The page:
Possible Health Implications Of Bluetooth Radiation
Contributing Writer: Jane Bayleaf
We recently raised the issue of making sure phones are safe as people begin to return to work and school. The issue is relevant right now from a general safety and sanitation standpoint. We should all be diligent about keeping the actual surfaces of our devices as clean as possible. More generally, this need for health safety is also a good reason to reopen the question of radiation in mobile devices. It’s an issue that’s been discussed and debated for years now, but it’s good now and then to revisit the implications.
So, what exactly are those implications?
The simplest way to put it is that it’s about EMFs or electromagnetic fields. In 2015, right around the time when Bluetooth headphones began to take off, a survey was conducted of 247 scientists from all around the world. Some of these scientists warned of potential health risks associated with “chronic EMF exposure” from the use of wireless devices. Specifically, the health risks mentioned included cancer, genetic damage, neurological disorders, learning and memory deficits, and even reproductive issues.
It’s important to note that these were not conclusive findings or concrete warnings. But as a university expert noted, we simply don’t have the research on long-term EMF exposure from Bluetooth and wireless devices to conclude that they’re entirely safe. Indeed, even a skeptical professor quoted in a more recent piece on the cancer risks of wireless headphones noted that “people can always argue that there’s no proof they’re 100% safe.” (That professor, to be clear, is not personally concerned about safety issues based on the knowledge at hand.)
Still more testing needs to be done. Many of us remember when doctors were once promoting cigarettes as being safe. Our Bluetooth devices expose us to EMFs, which in theory can lead to a number of serious health problems. Furthermore, we simply haven’t had these devices long enough to have suitable long-term research to completely disprove risks. However, the bad news more or less stops there. The more encouraging research indicates our devices are by and large safe to use.
For example, current studies and assessments of widely used Bluetooth technology tend to find very little risk, if any. Regarding concerns in recent years about Apple’s AirPods, for example — some of the most popular Bluetooth devices on Earth — researchers who have studied the subject concluded it’s “fine” to put a “radiation-emitting device” directly into our ears. Experts involved in this assessment stated decisively that a cordless headset “will not increase your risk of developing cancer.”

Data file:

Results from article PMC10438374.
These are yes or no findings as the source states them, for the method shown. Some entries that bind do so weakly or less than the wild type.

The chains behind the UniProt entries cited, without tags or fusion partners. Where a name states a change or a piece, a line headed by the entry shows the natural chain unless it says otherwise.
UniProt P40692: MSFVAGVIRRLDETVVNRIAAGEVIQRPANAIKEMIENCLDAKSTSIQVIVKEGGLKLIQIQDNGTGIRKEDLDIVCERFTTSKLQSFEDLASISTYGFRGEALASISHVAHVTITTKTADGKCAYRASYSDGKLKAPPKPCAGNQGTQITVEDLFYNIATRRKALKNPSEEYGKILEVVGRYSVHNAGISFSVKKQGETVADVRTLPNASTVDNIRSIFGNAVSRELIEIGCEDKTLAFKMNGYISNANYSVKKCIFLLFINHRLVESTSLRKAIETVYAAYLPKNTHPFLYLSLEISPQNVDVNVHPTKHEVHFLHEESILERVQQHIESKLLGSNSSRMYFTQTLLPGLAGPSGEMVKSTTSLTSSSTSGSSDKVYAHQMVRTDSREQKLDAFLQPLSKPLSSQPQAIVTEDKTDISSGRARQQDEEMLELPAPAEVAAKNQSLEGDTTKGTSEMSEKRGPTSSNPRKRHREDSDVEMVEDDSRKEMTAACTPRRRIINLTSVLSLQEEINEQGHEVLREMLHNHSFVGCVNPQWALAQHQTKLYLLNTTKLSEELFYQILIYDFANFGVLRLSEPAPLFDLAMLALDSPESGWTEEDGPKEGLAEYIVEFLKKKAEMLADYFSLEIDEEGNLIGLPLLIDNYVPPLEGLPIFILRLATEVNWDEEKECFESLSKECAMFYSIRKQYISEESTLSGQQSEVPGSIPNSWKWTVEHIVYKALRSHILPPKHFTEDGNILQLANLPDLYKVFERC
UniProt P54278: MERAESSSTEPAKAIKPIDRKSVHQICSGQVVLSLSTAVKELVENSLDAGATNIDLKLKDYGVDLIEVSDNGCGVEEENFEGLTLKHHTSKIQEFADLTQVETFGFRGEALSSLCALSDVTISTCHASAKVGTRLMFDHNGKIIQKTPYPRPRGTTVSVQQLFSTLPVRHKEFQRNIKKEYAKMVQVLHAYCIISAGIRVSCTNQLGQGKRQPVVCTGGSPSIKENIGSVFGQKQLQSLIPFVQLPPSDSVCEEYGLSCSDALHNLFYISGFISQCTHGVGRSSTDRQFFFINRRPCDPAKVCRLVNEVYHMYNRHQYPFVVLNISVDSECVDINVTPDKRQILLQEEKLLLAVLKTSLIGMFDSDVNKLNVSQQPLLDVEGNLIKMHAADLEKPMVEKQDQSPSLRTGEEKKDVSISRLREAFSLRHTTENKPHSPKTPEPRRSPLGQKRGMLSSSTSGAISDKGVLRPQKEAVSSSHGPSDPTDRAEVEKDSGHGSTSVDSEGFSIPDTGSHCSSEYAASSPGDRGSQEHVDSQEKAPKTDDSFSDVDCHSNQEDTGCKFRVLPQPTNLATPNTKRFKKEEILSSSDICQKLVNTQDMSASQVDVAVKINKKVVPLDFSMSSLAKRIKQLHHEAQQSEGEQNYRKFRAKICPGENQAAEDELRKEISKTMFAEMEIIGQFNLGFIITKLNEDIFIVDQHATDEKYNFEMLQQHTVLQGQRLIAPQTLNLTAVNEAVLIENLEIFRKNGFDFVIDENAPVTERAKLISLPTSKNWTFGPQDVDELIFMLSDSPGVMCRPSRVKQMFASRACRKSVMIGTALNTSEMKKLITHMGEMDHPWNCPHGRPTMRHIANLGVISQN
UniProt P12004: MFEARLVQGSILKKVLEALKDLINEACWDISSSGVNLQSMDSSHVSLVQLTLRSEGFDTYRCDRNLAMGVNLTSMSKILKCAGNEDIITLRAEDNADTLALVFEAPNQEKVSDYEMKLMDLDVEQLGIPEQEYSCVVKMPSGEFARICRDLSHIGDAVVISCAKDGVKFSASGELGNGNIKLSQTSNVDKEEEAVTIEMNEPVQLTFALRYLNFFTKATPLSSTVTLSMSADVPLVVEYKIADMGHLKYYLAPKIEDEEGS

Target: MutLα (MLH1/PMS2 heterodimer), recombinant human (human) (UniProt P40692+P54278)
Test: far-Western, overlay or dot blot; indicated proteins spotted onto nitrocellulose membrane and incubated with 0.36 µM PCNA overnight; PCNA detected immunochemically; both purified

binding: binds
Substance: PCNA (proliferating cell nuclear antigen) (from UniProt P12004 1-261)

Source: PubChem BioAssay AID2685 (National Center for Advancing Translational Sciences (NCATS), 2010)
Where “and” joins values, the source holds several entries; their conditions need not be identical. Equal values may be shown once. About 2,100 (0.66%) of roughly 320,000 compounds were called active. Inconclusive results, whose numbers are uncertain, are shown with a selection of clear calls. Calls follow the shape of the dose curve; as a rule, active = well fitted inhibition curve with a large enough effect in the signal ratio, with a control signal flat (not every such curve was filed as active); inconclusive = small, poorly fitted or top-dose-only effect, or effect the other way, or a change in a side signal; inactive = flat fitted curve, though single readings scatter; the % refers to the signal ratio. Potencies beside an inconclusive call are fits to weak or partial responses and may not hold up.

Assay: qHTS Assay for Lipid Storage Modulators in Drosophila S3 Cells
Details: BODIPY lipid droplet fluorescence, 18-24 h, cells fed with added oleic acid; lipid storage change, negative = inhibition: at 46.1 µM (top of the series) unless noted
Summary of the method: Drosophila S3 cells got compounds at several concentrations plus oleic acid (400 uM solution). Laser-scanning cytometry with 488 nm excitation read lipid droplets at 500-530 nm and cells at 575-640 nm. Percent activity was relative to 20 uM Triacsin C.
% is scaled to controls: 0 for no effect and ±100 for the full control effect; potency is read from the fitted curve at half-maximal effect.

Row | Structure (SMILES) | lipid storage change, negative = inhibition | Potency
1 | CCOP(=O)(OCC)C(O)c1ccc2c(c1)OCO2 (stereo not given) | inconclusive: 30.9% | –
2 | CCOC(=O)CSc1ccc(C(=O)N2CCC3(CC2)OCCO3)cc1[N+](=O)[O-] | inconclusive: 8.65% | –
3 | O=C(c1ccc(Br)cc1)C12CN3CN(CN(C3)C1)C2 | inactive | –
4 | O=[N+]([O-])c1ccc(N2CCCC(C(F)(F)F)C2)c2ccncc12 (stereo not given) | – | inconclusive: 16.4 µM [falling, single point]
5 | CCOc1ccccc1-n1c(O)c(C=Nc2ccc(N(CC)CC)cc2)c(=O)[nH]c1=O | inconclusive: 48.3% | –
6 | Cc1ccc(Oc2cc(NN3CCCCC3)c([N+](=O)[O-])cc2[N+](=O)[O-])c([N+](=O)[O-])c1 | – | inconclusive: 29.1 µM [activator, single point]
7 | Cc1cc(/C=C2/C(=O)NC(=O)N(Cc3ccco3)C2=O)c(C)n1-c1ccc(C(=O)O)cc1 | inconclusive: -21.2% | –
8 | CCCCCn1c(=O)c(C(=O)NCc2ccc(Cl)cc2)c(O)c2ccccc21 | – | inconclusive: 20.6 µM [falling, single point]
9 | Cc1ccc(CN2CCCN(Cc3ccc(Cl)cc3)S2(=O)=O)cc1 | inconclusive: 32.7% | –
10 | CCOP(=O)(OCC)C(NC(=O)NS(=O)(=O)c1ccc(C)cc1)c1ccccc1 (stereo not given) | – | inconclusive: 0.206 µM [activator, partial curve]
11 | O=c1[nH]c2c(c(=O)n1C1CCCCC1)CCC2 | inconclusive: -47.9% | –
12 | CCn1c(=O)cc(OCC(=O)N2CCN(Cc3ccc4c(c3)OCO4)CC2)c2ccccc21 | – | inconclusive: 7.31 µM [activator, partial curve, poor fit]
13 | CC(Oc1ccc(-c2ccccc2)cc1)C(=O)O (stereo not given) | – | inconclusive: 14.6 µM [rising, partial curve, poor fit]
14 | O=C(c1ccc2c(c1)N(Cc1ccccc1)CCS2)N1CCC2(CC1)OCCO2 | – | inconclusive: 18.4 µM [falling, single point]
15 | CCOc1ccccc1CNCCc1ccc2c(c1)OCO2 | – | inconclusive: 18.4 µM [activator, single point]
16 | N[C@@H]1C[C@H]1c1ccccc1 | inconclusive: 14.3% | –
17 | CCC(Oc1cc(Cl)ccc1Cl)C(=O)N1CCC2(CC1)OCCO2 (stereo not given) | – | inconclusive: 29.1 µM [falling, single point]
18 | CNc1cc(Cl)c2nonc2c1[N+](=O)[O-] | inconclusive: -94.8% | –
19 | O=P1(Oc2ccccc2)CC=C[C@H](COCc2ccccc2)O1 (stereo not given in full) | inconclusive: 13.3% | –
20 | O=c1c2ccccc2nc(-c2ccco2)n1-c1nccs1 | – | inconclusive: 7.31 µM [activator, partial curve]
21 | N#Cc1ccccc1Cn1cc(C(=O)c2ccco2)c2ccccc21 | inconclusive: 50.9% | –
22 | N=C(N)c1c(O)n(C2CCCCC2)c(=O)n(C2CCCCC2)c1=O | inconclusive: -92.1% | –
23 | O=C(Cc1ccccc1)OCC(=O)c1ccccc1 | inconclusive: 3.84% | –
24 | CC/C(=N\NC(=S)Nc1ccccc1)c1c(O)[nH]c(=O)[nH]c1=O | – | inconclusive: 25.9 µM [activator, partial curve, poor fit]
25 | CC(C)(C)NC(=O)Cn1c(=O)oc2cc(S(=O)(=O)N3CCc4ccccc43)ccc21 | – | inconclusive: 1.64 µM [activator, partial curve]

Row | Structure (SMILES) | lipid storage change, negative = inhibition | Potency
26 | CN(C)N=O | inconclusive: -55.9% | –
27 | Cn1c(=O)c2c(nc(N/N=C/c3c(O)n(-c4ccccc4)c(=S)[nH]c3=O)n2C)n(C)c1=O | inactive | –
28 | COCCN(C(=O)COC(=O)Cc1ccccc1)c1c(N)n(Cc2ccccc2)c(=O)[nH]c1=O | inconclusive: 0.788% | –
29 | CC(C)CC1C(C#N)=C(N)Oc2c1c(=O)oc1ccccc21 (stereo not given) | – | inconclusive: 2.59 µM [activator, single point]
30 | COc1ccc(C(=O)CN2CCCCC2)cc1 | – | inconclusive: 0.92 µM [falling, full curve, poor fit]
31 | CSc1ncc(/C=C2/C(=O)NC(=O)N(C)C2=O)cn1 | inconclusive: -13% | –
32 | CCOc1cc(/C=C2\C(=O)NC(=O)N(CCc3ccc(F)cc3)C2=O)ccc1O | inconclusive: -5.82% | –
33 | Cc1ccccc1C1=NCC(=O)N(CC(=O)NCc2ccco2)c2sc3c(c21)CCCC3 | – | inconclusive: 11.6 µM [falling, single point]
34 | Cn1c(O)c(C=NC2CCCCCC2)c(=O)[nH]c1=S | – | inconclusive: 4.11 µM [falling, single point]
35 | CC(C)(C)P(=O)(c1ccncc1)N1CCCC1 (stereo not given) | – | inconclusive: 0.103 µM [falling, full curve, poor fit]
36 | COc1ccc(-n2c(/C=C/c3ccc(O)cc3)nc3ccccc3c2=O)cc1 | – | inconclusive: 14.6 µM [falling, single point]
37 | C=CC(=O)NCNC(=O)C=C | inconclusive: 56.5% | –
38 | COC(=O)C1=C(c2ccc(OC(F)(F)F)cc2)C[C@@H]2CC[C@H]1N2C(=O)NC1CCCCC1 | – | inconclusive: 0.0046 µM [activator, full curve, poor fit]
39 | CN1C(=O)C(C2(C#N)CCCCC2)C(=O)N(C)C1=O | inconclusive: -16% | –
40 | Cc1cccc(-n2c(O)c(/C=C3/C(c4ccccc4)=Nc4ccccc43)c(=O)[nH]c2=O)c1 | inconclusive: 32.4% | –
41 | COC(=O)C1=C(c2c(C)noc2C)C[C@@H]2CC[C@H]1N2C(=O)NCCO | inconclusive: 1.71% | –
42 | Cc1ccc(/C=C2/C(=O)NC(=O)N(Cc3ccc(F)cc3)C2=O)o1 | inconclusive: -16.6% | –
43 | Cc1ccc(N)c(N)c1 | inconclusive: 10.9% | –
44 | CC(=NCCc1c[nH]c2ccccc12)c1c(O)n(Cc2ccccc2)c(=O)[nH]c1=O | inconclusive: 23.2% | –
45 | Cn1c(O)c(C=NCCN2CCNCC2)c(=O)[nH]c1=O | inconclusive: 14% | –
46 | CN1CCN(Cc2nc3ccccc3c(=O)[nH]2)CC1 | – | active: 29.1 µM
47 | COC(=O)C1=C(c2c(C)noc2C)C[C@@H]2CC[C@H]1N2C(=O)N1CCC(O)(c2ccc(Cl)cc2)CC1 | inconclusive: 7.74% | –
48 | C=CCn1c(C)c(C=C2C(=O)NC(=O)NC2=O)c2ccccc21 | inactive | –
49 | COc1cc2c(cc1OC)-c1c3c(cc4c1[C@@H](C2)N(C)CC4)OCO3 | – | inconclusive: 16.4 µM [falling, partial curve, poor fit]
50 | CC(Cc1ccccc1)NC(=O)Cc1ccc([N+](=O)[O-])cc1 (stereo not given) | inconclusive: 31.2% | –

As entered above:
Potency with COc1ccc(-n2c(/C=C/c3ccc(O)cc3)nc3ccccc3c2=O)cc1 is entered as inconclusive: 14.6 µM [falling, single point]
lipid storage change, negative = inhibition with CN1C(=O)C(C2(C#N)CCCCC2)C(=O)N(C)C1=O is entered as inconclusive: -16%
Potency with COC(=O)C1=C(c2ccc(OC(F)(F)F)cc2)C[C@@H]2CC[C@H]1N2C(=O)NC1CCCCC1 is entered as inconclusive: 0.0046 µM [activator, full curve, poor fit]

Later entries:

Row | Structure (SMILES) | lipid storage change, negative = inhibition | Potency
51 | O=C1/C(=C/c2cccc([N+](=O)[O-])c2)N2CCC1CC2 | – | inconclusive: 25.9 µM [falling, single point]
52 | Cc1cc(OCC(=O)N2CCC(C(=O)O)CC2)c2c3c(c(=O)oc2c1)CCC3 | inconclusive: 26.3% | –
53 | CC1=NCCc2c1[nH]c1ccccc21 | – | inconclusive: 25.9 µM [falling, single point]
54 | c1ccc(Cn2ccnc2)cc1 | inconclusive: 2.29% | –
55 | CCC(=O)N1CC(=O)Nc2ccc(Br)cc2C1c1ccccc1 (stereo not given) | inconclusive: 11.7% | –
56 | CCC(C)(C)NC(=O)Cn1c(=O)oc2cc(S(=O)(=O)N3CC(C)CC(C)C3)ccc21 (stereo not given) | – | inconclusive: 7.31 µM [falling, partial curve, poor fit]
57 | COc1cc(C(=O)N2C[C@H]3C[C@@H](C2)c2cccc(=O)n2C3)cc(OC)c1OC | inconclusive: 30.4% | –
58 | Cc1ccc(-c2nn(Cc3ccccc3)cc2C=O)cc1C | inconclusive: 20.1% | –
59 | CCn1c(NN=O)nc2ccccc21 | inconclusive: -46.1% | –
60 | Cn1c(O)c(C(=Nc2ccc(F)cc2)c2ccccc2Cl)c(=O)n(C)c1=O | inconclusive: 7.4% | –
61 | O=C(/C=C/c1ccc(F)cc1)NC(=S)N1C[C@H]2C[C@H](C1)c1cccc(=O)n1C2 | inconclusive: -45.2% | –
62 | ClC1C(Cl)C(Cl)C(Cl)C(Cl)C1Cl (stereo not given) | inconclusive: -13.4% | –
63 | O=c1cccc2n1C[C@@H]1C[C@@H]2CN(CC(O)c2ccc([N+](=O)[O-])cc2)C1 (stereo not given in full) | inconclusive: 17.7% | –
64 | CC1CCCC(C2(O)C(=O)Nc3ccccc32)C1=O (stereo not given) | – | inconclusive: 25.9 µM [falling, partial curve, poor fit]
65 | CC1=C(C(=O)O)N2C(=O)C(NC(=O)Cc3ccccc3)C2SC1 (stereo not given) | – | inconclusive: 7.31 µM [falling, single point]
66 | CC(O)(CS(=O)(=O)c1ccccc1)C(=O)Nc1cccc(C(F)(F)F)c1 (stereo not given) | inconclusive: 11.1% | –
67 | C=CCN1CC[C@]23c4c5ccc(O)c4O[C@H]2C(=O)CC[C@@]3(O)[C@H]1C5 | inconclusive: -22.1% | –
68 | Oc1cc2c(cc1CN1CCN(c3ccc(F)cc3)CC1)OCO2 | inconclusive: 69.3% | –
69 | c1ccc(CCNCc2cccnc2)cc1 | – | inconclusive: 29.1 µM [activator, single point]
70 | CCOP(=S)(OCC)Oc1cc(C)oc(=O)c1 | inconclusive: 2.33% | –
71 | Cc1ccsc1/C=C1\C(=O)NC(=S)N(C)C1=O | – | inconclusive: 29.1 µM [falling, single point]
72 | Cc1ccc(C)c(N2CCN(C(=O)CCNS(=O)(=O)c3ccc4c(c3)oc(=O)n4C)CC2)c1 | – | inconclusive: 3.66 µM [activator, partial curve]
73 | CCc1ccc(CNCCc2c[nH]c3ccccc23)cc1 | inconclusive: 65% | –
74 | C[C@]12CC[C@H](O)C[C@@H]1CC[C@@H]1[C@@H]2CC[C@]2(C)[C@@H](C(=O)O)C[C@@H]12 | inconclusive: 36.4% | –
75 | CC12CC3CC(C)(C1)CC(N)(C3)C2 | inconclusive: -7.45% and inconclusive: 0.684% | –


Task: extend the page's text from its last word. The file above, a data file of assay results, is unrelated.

Beyond scientific studies, we can also hope to some degree that the companies behind Bluetooth devices have the research data to back up the safety of their own devices. This may not have been the case 15 or 20 years ago, but the rise of data analytics is nothing to scoff at. It’s a popular subject among undergraduates eyeing the tech field. Even working professionals are now pursuing online masters in data analytics to become experts in database principles, data visualization and forecasting and predictive modeling. This is so they can fulfill increasingly useful roles in some of the world’s biggest companies. And with the steady influx of data analysts, businesses are conducting more research on more topics than we can imagine.
Now, this does not mean we should blindly assume companies like Apple, Samsung and others have our best interests at heart, nor that they know better than scientists. For the sheer purpose of protection from liability and bad PR, it’s important for these companies to have confidence that their own products are safe. This motivation, coupled with the companies’ capacity for research and analysis, reassures some that serious risks are unlikely.
In addition to assessments on particular products and the assumption of tech company research there are also major health studies to back up the notion that some concerns may be overblown. Meanwhile, more recent studies by the California Department of Health found that Bluetooth devices release radiation 10 to 400 times lower than that of cell phones — making them even less likely to cause health issues.
All in all the data, is encouraging. However, we can’t be entirely sure one way or the other. Some other potential health consequences are not as thoroughly studied as cancer, and it’s understandable to be concerned about the particularly heavy use of wireless and/or Bluetooth devices. So if you are concerned, limited Bluetooth use and protective cell phone cases are worth looking into.
Prepared by: Jane Bayleaf
Prepared for: gadgetguard.com